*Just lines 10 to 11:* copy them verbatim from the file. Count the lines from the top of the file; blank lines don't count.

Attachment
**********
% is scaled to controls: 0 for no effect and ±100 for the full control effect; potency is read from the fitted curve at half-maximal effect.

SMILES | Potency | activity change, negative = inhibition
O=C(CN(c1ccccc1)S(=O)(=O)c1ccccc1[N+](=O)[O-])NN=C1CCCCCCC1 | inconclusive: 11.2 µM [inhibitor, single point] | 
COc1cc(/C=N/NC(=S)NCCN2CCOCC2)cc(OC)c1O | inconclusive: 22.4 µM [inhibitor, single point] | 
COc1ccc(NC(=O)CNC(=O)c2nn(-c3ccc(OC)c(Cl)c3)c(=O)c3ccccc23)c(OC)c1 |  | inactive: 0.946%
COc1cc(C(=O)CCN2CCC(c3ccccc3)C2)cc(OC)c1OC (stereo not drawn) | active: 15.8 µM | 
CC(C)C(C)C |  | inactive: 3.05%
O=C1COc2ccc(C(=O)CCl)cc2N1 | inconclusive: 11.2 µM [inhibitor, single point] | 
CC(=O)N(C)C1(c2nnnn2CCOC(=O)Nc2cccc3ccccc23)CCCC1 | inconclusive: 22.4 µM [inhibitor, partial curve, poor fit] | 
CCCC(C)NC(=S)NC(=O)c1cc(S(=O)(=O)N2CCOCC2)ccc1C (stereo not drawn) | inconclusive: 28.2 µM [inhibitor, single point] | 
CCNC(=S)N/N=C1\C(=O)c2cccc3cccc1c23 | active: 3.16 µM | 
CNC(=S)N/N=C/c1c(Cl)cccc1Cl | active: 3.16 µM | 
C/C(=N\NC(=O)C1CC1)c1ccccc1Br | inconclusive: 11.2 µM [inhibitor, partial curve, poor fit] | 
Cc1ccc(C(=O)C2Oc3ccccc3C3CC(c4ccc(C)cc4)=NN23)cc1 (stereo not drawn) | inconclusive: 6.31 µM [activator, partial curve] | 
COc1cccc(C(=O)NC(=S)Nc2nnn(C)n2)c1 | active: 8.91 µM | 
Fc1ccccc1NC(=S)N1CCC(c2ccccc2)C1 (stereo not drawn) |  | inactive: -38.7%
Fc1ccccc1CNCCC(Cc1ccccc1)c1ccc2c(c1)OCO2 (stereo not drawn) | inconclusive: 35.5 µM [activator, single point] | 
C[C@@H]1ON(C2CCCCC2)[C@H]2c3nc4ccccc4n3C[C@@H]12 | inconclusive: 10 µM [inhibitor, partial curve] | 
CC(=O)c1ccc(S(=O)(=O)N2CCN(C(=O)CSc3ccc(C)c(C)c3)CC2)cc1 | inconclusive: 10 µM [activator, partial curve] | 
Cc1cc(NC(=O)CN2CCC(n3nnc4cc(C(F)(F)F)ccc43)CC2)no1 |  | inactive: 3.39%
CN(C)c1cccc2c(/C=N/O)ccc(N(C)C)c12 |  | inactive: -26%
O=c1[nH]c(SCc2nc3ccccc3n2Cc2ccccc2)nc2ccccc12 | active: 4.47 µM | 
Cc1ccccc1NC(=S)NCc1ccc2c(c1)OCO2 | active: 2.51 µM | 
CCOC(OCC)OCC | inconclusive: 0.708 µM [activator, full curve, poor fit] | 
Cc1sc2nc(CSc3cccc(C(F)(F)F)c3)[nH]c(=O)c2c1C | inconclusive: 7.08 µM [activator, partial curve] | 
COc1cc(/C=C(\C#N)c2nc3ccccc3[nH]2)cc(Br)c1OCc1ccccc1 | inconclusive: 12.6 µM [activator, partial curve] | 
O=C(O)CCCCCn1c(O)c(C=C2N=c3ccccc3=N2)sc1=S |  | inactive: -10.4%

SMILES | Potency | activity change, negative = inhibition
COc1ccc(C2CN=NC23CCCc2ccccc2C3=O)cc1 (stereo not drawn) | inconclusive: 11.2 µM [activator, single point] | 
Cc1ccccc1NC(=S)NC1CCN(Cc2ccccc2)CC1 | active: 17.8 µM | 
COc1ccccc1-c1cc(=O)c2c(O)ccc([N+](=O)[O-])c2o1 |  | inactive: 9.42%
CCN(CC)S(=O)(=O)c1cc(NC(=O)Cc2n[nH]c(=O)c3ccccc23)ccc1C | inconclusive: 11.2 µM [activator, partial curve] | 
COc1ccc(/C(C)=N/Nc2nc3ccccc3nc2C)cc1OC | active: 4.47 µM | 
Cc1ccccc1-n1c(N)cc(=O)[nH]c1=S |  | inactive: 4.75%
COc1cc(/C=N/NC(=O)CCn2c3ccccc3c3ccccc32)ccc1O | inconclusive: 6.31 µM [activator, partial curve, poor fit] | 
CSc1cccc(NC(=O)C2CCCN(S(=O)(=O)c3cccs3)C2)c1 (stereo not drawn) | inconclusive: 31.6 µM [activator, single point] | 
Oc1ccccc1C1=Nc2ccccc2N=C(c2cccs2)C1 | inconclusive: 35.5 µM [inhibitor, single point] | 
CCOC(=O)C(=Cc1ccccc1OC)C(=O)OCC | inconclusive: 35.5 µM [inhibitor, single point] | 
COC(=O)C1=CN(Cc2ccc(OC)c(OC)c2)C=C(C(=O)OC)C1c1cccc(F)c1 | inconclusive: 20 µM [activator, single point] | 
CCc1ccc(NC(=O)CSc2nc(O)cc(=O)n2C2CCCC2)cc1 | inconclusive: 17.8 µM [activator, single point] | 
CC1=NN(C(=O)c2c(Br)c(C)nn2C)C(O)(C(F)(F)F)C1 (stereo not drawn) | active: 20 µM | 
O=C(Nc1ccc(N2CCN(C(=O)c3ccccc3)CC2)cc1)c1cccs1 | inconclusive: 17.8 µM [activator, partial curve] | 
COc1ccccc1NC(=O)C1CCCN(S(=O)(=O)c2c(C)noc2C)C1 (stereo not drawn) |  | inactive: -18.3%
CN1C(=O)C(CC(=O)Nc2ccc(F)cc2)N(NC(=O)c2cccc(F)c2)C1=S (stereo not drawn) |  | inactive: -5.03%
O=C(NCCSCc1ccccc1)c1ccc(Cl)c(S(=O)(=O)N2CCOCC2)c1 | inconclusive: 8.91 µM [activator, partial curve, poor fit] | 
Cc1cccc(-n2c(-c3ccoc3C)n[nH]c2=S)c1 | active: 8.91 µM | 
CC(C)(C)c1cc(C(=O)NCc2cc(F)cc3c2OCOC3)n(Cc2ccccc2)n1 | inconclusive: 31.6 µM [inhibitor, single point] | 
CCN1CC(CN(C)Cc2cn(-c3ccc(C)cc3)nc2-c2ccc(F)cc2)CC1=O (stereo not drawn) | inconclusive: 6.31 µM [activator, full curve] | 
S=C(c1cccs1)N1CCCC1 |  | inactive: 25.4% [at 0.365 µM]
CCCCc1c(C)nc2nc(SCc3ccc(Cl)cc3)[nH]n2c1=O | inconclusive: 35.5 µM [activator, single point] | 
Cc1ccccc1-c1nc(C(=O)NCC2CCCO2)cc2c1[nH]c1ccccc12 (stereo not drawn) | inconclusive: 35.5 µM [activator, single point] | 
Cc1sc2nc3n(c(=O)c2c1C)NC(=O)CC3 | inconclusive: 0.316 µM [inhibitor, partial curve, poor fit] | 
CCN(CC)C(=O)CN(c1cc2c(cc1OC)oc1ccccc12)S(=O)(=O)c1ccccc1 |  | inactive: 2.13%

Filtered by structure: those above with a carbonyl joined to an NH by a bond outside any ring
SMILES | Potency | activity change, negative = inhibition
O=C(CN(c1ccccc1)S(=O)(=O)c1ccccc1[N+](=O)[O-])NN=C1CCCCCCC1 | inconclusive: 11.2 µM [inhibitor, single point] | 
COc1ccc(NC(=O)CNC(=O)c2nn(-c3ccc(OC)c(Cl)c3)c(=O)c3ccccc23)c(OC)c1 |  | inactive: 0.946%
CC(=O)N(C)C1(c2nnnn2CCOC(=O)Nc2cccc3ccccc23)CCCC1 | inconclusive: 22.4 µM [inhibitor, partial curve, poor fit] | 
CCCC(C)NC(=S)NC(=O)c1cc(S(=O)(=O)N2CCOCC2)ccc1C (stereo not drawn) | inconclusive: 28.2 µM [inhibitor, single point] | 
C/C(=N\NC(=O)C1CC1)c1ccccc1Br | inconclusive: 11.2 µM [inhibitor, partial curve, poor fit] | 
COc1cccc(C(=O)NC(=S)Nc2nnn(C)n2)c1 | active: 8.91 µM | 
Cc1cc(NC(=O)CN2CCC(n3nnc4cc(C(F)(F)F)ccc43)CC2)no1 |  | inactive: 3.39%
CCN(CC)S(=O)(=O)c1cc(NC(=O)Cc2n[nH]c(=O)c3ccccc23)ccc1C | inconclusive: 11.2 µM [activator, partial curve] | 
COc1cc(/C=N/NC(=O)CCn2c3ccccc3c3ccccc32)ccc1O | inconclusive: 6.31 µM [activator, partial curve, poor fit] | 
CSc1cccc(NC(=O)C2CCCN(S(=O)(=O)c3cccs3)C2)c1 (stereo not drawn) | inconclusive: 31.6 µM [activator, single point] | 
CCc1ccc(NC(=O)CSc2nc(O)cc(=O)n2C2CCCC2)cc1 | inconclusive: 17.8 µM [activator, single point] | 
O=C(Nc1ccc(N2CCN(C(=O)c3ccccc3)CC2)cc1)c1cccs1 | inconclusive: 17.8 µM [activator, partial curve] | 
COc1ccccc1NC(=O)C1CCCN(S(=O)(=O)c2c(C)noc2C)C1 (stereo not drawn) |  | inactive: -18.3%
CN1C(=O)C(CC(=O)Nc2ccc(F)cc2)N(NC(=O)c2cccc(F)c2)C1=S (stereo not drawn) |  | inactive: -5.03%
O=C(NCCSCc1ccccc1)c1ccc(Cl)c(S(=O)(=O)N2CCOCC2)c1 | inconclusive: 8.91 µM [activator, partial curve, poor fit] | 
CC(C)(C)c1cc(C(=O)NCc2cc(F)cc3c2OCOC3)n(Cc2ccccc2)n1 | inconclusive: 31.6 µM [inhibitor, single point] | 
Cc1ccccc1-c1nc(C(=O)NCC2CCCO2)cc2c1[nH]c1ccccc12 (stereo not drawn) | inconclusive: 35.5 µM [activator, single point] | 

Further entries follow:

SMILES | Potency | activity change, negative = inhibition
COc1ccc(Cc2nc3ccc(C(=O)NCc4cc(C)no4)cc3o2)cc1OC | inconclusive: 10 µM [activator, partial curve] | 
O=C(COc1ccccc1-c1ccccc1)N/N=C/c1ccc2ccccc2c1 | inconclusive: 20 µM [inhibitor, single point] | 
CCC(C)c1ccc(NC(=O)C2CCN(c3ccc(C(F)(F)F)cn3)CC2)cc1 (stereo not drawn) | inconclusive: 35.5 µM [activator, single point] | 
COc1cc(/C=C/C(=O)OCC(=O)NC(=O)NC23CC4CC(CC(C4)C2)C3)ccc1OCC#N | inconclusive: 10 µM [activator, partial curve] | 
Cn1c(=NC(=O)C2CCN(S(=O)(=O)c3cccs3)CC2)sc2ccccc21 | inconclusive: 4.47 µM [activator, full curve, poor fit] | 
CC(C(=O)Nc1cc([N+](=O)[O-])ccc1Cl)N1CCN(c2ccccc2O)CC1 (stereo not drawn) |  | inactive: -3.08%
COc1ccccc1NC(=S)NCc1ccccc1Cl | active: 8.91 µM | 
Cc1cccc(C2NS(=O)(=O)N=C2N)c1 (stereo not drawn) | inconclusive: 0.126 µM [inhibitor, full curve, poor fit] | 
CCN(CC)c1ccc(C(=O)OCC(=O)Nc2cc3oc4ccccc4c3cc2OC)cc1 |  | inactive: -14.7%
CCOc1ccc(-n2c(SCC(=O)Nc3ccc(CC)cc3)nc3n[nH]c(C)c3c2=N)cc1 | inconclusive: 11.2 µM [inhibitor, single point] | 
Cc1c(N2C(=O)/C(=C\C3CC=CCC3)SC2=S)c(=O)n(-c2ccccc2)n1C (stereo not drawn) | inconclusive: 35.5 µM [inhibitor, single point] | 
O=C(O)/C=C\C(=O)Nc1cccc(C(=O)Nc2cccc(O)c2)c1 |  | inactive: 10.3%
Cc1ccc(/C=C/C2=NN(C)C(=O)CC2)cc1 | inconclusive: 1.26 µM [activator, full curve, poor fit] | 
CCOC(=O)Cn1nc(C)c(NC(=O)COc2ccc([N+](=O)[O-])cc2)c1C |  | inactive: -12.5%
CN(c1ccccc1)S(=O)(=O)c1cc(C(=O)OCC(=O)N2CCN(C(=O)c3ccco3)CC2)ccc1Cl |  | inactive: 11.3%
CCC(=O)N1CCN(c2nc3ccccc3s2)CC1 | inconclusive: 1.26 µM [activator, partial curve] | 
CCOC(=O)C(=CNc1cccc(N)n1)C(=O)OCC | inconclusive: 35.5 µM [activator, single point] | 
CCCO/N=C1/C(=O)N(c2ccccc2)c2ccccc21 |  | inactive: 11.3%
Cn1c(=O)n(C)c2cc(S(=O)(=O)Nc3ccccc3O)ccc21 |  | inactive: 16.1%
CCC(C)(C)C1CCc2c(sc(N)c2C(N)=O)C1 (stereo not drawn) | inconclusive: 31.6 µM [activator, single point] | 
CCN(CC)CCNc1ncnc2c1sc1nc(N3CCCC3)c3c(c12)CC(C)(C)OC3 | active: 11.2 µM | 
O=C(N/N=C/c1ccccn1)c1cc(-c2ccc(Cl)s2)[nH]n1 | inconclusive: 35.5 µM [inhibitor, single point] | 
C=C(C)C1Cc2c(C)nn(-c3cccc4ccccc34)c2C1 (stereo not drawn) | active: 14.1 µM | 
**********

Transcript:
CCCC(C)NC(=S)NC(=O)c1cc(S(=O)(=O)N2CCOCC2)ccc1C (stereo not drawn) | inconclusive: 28.2 µM [inhibitor, single point] | 
CCNC(=S)N/N=C1\C(=O)c2cccc3cccc1c23 | active: 3.16 µM | 